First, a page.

GOLDIN v. [And Another Action].

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Supreme Court, Appellate Division, First Department, New York.

Eric GOLDIN, Plaintiff-Respondent-Appellant, v. Edilio MEJIA, Defendant-Appellant-Respondent. [And Another Action].

Decided: May 21, 2002

MAZZARELLI, J.P., SULLIVAN, ELLERIN, WALLACH and GONZALEZ, JJ. David Touger, for Plaintiff-Respondent-Appellant. James J. Keefe, Jr., for Defendant-Appellant-Respondent.

Order, Supreme Court, Bronx County (Joseph Giamboi, J.), entered November 20, 2001, which denied defendant's motion to, inter alia, stay nonparty depositions and granted plaintiff's cross motion to permit the deposition of certain hospital personnel concerning particular entries in medical records, unanimously modified, on the law and the facts, to vacate that portion of the order permitting discovery of the circumstances surrounding the recording of an entry in which defendant was reported to have admitted drinking alcohol, and to direct that all depositions are to be supervised by a court-appointed referee, and otherwise affirmed, without costs.

It is alleged that defendant Mejia, driving while intoxicated, severely injured plaintiff Goldin in an auto accident.   Goldin has sought to obtain medical records generated when Mejia was admitted into the hospital in the aftermath of the accident, including the results of a blood alcohol test, and depositions of certain treating medical professionals about entries made in the hospital records.

 The motion court properly found that the entries containing observations made about Mejia's physical condition and immediate surroundings, including that Mejia was unable to follow commands and that urine was present on the bed and on the floor of his room, were not privileged, because they were observations of circumstances discernible without professional knowledge (see, Klein v. Prudential Ins. Co., 221 N.Y. 449, 453, 117 N.E. 942).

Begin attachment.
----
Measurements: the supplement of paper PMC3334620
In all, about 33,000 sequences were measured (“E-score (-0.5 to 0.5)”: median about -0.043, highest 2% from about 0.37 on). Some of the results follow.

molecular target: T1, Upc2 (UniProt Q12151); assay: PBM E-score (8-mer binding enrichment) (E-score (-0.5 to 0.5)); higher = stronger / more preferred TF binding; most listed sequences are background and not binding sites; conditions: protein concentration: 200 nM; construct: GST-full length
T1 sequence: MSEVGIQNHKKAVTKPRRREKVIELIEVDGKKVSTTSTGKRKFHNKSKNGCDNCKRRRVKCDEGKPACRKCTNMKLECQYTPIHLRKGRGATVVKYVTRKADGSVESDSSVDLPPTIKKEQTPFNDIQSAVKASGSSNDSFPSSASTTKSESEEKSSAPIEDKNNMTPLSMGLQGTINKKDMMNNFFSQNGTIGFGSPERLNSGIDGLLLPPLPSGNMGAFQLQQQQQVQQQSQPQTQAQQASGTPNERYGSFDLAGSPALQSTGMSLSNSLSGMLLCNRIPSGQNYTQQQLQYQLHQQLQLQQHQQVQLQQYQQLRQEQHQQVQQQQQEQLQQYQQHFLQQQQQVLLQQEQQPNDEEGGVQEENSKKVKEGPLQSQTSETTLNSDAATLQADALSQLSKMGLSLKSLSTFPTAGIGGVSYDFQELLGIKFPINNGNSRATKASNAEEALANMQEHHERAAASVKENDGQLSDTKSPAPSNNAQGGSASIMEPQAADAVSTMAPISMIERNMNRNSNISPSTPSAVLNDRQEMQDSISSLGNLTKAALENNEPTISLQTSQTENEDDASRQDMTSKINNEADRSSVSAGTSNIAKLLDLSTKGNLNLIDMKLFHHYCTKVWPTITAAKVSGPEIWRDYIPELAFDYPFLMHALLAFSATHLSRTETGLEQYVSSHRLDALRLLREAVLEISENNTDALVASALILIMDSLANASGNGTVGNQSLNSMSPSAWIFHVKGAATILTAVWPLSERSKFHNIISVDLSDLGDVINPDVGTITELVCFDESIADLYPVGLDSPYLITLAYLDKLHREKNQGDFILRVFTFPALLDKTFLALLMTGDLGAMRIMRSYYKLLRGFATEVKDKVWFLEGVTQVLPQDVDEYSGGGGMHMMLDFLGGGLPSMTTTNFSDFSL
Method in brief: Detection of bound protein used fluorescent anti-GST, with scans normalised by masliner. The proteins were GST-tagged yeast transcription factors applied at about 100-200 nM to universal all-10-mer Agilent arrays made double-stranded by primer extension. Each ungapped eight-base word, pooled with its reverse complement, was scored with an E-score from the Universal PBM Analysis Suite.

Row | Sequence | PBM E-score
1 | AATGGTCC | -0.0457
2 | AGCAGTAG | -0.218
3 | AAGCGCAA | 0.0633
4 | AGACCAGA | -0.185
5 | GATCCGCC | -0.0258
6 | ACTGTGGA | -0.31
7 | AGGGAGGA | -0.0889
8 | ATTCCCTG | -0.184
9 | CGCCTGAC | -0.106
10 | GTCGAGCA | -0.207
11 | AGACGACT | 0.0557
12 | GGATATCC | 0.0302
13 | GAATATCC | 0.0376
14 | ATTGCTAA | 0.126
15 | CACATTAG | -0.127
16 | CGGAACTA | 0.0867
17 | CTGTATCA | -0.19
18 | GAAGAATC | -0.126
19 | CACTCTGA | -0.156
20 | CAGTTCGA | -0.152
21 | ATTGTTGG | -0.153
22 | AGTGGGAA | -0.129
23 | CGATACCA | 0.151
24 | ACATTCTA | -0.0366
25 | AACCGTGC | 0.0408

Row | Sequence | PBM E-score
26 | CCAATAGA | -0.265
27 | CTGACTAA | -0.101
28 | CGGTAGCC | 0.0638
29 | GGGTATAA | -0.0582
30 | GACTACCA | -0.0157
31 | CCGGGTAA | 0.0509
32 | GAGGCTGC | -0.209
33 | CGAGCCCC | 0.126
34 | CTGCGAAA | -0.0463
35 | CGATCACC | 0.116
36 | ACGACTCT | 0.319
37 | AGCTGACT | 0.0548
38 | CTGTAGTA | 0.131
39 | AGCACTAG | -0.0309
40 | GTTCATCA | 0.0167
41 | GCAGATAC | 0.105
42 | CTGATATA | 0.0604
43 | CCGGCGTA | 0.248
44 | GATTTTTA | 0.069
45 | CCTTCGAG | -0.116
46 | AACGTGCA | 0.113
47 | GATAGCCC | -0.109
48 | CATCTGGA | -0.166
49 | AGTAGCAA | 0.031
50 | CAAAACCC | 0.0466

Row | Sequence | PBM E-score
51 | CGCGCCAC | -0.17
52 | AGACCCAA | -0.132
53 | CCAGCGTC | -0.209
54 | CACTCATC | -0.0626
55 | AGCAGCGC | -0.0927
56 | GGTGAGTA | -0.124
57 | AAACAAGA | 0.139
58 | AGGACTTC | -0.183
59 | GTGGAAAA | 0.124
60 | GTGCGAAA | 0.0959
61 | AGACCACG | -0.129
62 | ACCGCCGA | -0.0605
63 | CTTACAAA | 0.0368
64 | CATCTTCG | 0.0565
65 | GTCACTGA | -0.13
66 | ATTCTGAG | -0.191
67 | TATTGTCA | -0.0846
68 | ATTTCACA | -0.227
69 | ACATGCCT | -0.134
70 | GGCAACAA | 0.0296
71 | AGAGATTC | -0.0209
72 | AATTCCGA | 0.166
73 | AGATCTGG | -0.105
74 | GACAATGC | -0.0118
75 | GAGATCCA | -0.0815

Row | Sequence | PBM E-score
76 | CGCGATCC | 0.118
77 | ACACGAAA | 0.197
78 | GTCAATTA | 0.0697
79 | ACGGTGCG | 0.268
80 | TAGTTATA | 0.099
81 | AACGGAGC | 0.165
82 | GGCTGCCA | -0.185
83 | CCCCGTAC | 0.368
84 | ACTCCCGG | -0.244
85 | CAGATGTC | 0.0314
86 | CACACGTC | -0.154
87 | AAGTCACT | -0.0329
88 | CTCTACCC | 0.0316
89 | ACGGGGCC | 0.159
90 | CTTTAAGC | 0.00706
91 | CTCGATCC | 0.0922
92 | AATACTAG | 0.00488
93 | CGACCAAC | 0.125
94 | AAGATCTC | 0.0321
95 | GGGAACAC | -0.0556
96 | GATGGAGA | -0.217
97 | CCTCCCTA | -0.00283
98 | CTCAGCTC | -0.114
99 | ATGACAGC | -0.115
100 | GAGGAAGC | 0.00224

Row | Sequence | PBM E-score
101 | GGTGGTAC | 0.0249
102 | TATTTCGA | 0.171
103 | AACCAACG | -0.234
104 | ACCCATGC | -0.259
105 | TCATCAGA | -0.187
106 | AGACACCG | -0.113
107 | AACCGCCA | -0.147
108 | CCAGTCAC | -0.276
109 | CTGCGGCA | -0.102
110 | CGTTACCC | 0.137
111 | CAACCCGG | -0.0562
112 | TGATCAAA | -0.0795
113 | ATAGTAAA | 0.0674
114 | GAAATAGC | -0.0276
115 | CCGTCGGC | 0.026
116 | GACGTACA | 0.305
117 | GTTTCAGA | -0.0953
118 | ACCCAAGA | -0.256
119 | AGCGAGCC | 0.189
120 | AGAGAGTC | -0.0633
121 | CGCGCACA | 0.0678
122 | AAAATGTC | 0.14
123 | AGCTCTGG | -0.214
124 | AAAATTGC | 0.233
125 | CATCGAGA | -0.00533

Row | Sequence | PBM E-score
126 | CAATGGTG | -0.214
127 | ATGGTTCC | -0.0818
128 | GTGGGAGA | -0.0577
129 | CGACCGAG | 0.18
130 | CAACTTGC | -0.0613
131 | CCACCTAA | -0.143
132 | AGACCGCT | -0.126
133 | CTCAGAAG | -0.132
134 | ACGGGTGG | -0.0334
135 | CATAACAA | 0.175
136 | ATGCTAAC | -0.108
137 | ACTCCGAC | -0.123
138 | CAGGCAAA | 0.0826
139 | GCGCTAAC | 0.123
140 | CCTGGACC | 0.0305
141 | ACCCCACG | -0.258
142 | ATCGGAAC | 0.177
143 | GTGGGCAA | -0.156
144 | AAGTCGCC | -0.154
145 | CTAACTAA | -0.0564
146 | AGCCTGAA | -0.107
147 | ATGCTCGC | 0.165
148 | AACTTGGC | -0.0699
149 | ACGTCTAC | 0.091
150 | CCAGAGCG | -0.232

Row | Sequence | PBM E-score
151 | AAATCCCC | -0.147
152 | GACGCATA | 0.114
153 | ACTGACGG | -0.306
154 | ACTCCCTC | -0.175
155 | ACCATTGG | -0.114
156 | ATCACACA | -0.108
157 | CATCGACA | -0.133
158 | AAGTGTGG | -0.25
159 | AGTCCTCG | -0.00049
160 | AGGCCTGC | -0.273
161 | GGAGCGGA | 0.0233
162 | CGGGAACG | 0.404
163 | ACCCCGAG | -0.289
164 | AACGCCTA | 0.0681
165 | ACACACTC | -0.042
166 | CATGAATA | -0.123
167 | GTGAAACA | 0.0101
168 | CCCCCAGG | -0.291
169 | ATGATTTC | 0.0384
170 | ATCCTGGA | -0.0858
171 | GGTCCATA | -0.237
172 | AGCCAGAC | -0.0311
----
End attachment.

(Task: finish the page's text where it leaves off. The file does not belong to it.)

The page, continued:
On the other hand, the admission by Mejia that he had been drinking alcohol was made during the course of treatment, and was thus privileged under CPLR 4504.   While the individual who made the entry may testify as to Mejia's readily observable physical condition, comments made in response to questions seeking to elicit medical information may not be the subject of inquiry.

 Contrary to plaintiff's contentions, defendant did not place his condition in controversy and thereby waive his privilege.   Defendant's version of the events contradicts plaintiff's, but defendant's recitation was not selective as to what was remembered (cf., Lopez v. Oquendo, 262 A.D.2d 24, 25, 690 N.Y.S.2d 584).

To the extent that plaintiff believes public policy requires the abrogation of the privilege in these circumstances, the appropriate forum for consideration of the proposed modification is the Legislature.

Finally, defendant's request for dismissal or disqualification of plaintiff's counsel, made in the reply papers, was properly rejected by the IAS court on the merits.   In view of the acrimonious tenor of this litigation, however, we direct that any depositions are to be conducted under the supervision of a court-appointed referee.